Large Father’s Custard EP – a four-song thought experiment on the concept of a cat’s mind

Review by Lee Barber, The Underground Venue Manager, Co-Producer of The Honey Box and Honey Box Hive project lead

It’s been some time since Arkanoid seeped its way from the misty Moorlands of Staffordshire, Large Father’s inauguration being well received in the local area, having been recorded by song writer Dave Hinton and drummer Mark Adams in 2021. 

Fast forward to 2024 and the band now consists of additional members song writer Matt Walsh and bassist Rich Owen, and Large Father are now finding themselves some well-earned momentum following a string of successful shows across Manchester and Staffordshire, least not the sold-out headline home-town show in Leek, where the band celebrated the release of the Custard EP at the renowned Foxlowe Arts Centre.

I had the express privilege of having been invited to the Leek show by The Situation’s very own Steve Hammersley who, in his short time since returning from Bristol, has seen those musical ripples quicken towards a wave. Large Father’s EP release show was testament to this as the band performed tracks from the Custard record to an audience steeped in tones of a BBC 6 Music live atmosphere.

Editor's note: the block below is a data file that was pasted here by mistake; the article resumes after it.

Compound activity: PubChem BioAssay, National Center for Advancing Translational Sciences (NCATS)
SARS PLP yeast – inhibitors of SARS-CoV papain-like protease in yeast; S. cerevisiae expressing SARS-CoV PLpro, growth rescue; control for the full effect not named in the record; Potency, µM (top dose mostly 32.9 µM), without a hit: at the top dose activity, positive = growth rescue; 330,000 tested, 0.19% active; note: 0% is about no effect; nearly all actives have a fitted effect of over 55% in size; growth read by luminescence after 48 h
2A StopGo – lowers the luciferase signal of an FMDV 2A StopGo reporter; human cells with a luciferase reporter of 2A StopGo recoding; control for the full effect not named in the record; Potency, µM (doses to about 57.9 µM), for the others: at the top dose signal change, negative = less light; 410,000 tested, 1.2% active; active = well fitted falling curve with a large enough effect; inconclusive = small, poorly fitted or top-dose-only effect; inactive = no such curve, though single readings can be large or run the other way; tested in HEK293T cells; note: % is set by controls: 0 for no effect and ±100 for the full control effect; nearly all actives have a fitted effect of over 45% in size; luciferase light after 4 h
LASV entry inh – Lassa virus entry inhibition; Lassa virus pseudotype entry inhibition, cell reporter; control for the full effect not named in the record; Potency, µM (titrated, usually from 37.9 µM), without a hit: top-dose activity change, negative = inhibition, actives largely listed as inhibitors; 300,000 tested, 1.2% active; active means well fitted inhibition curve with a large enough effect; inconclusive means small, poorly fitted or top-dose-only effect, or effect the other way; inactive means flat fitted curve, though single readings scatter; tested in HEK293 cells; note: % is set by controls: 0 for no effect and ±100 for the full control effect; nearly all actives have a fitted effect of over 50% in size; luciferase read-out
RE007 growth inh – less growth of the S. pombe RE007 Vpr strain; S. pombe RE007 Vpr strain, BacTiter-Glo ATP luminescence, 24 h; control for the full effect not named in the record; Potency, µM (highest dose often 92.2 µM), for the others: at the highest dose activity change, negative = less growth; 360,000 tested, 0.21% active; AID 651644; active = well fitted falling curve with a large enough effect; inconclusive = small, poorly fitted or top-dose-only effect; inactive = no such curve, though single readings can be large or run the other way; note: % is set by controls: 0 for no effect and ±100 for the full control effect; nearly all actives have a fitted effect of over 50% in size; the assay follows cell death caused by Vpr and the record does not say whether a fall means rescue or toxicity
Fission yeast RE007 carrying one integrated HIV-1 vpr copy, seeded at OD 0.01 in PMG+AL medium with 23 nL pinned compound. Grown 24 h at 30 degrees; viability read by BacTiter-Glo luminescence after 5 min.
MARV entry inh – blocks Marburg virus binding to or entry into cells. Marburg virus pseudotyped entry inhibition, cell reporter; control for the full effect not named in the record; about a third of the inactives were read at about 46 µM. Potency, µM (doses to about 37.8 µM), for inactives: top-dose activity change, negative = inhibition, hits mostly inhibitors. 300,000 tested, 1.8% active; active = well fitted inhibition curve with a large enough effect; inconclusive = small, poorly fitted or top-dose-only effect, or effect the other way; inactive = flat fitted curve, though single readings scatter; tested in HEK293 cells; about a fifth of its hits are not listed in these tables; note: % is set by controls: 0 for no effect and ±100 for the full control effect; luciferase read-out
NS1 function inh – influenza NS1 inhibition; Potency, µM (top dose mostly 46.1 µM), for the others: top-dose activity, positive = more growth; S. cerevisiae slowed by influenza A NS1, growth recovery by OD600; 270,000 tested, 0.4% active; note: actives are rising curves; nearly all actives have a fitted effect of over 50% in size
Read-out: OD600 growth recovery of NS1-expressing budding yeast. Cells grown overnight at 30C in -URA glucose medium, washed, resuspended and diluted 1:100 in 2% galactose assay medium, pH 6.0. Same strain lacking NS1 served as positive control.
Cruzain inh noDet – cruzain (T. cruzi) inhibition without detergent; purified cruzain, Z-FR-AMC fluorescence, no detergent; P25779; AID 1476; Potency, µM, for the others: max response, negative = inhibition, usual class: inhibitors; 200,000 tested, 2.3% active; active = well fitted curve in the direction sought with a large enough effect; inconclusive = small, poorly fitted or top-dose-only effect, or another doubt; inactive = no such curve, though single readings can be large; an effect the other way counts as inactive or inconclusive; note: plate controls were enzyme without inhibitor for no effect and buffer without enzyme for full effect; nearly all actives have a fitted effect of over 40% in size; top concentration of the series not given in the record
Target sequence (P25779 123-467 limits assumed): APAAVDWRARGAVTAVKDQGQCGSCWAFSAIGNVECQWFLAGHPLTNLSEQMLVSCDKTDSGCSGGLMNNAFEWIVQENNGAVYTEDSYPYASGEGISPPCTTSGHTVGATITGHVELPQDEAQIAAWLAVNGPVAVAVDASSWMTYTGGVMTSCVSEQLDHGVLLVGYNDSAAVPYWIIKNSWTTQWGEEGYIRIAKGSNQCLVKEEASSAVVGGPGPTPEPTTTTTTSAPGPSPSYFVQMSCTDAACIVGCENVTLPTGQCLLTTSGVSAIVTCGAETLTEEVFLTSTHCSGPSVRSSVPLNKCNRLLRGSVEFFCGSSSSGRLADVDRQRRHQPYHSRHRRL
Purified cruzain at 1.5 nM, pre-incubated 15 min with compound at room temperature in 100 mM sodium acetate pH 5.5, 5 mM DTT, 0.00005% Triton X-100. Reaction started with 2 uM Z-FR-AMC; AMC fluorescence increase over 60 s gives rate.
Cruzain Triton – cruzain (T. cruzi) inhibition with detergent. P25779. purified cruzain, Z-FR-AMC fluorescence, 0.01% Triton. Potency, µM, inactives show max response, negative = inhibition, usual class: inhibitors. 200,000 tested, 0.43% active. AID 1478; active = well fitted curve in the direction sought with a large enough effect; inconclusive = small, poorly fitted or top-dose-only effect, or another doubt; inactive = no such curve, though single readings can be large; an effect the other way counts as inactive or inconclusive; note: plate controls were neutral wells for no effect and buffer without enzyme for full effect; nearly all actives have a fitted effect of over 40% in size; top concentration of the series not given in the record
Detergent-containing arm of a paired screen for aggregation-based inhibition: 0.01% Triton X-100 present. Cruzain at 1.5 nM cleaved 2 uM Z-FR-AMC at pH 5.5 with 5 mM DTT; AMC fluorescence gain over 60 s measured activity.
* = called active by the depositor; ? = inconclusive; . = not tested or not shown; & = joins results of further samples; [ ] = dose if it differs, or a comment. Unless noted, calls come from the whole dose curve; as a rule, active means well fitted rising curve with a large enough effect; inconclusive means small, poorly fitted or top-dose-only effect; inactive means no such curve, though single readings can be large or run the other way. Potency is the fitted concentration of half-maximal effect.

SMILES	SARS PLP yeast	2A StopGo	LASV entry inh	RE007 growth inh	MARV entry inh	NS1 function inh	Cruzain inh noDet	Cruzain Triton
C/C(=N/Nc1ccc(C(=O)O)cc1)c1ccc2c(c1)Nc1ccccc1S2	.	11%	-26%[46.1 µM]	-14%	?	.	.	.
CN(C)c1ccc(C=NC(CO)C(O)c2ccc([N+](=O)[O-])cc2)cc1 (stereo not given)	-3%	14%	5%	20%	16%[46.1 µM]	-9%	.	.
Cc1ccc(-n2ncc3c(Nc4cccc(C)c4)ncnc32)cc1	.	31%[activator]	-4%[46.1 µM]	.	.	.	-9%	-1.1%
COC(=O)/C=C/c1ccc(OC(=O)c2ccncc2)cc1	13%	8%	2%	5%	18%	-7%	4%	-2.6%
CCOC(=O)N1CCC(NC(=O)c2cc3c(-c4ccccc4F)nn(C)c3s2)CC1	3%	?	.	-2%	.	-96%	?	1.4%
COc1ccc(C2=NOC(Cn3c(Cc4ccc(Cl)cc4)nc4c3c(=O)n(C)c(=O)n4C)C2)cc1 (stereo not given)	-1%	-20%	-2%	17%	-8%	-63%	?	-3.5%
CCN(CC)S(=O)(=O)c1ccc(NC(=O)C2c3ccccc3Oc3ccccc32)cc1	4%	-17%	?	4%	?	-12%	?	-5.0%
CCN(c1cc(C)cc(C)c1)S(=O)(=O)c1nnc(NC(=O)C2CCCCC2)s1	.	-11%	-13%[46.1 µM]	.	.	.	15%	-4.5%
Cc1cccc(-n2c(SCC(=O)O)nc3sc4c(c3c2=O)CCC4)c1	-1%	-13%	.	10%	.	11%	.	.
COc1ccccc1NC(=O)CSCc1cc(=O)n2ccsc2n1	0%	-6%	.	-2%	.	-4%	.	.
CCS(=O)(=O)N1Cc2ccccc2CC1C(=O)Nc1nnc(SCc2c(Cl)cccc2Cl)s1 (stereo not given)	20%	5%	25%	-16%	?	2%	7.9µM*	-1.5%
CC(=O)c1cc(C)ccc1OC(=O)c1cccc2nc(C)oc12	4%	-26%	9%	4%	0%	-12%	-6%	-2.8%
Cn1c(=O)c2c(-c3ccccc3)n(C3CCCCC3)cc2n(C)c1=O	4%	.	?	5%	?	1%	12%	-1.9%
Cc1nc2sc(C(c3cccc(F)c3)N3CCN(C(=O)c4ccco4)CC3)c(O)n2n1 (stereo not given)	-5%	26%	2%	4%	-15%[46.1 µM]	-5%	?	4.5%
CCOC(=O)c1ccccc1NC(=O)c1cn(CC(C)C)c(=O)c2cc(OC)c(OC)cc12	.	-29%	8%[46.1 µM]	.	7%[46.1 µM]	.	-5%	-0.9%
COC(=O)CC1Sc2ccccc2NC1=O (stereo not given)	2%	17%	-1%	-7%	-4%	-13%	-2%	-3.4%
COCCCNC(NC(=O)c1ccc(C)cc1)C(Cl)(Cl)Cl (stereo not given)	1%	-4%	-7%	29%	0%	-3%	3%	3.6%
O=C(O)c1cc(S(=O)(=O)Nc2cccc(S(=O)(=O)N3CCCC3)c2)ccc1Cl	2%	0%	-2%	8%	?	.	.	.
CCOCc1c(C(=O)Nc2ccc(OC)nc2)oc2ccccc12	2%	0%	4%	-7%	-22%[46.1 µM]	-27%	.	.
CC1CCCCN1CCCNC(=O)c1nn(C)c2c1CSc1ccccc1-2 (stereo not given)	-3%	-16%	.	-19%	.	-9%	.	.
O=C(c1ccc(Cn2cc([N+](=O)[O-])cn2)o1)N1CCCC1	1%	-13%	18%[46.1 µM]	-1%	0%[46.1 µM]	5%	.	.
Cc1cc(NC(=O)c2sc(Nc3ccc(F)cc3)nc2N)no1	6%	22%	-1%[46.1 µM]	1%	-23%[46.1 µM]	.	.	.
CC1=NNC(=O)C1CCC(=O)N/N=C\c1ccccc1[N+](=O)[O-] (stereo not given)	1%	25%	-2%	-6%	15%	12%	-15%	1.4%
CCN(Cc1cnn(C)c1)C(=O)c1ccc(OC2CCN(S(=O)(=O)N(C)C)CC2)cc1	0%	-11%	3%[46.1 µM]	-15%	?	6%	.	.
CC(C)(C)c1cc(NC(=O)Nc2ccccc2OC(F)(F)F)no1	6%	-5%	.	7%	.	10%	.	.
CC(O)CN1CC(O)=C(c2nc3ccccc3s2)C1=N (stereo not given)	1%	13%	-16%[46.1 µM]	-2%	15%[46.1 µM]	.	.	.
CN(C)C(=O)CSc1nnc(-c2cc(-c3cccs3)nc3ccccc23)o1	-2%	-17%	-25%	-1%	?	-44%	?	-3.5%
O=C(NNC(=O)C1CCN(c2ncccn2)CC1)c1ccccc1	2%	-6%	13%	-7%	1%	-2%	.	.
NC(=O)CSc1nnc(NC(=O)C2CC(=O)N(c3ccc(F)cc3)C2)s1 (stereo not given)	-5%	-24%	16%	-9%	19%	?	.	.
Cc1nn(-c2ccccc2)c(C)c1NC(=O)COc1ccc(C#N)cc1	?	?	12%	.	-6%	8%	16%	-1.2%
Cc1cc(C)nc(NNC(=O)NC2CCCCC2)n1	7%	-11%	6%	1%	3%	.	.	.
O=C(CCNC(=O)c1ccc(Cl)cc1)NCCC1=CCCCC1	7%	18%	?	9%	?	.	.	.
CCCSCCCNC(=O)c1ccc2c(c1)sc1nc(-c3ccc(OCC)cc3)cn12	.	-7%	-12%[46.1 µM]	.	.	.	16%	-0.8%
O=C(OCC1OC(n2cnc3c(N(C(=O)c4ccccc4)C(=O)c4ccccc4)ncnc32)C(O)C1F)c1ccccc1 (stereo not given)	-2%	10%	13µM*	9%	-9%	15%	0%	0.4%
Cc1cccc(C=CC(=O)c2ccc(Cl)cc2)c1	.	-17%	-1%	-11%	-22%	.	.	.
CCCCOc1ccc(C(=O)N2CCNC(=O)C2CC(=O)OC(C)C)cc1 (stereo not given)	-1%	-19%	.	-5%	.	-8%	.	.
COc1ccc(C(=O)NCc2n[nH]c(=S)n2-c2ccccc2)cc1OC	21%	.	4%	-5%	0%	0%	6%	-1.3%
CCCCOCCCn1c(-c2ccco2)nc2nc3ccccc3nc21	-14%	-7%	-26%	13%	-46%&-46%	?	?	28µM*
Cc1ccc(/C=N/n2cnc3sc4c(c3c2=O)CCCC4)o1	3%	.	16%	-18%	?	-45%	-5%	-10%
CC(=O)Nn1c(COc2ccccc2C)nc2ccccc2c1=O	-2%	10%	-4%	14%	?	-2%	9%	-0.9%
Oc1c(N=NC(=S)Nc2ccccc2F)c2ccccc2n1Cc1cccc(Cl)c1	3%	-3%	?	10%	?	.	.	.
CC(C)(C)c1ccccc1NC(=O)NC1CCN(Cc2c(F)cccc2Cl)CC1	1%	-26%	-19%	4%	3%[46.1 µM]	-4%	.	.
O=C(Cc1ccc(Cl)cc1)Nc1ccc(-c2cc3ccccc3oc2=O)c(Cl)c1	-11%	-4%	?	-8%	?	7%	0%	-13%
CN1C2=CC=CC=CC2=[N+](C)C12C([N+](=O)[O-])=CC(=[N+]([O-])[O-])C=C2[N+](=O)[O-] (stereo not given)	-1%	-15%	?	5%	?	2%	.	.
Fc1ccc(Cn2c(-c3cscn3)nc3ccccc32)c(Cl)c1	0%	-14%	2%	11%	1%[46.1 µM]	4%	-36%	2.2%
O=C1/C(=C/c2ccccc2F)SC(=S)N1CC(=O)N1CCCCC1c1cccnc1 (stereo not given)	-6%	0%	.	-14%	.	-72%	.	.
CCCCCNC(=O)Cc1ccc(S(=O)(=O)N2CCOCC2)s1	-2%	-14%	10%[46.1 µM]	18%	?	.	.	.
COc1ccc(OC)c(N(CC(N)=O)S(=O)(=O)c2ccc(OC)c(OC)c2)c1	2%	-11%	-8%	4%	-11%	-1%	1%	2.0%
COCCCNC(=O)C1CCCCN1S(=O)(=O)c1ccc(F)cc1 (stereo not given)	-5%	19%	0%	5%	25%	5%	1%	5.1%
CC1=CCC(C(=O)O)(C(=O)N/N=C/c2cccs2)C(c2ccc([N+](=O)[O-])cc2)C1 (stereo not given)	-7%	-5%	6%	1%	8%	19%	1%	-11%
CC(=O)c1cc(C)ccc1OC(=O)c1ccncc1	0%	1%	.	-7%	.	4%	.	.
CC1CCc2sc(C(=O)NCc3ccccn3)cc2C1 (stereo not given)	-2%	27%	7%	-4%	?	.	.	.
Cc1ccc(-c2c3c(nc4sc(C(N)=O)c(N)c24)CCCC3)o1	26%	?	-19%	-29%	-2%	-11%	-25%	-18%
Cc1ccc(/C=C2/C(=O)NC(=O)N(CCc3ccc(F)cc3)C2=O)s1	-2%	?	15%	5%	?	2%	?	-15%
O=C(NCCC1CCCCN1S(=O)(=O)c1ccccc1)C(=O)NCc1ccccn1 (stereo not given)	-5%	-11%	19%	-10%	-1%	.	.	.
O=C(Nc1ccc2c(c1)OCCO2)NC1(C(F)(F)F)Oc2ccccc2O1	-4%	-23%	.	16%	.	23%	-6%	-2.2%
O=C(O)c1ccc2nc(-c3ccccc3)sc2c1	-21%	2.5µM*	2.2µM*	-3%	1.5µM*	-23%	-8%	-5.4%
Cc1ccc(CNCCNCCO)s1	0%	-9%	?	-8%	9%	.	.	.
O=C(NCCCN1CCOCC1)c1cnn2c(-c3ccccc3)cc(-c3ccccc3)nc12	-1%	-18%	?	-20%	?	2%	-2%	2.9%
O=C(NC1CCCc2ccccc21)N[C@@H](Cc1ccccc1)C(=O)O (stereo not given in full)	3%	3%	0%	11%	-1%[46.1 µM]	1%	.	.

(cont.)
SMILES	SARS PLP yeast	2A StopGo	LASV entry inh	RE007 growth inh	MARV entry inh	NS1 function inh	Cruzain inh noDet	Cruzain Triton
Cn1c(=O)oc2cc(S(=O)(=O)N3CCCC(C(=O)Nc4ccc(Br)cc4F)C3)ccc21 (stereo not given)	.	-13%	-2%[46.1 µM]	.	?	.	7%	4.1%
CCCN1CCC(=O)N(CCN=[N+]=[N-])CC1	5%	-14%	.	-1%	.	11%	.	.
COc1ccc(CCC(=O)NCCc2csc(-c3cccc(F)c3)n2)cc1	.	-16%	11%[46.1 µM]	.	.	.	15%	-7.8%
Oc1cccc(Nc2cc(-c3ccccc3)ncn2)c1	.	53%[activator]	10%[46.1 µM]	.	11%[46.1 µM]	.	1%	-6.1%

The record itself kicks off with some fabulous harmonies on The Horse, which the band themselves describe as being ‘a heavier psychedelic exploration into the Greek underworld and class, while Don’t Forget How Good It Was has more relaxed vibes, with gentle harmonica melodies, sentimental tones and a nostalgic chorus, a nod to the band being inspired by The Beatles’ Get Back documentary, and reflecting on how history can be reinterpreted and misrepresented.

Recorded with Paul Yarrow Maude Music in Leek, song writer Hinton suggests the EP is, ‘amongst a number of things, a four-song thought experiment on the concept of a cat’s mind, its thoughts and dreams.’ Penultimate track Same Thing seems to honour such explanation, being ‘about loving something, or someone, that doesn’t seem to love you back, but that’s OK.’ From personal experience, I’d say that is certainly a possibility when considering the mindset of a cat.

“Vanilla is the lead song, with the spirit of the song captured by Keele Uni student Leon Dawson. The song is an impression of a divided society.  Guitarist Matt Walsh wrote the piece on guitar, Mark Adams synthesised and percussed, Rich Owen bassed and Dave Hinton worded and guitar soloed.”

Here Dave describes the workings of finale track Vanilla, though this does not in any way explain the sheer beauty of this track, which to all intent and purposes, should certainly be heard whilst accompanied by the wonderfully filmed music video. A song full of reflection, regret, hope, repressed angst, and frustration, Vanilla portrays a broken world in the aftermath of controversy and division, and must be listened to as a priority.

Released March 23, listen to Large Father’s Custard EP here:

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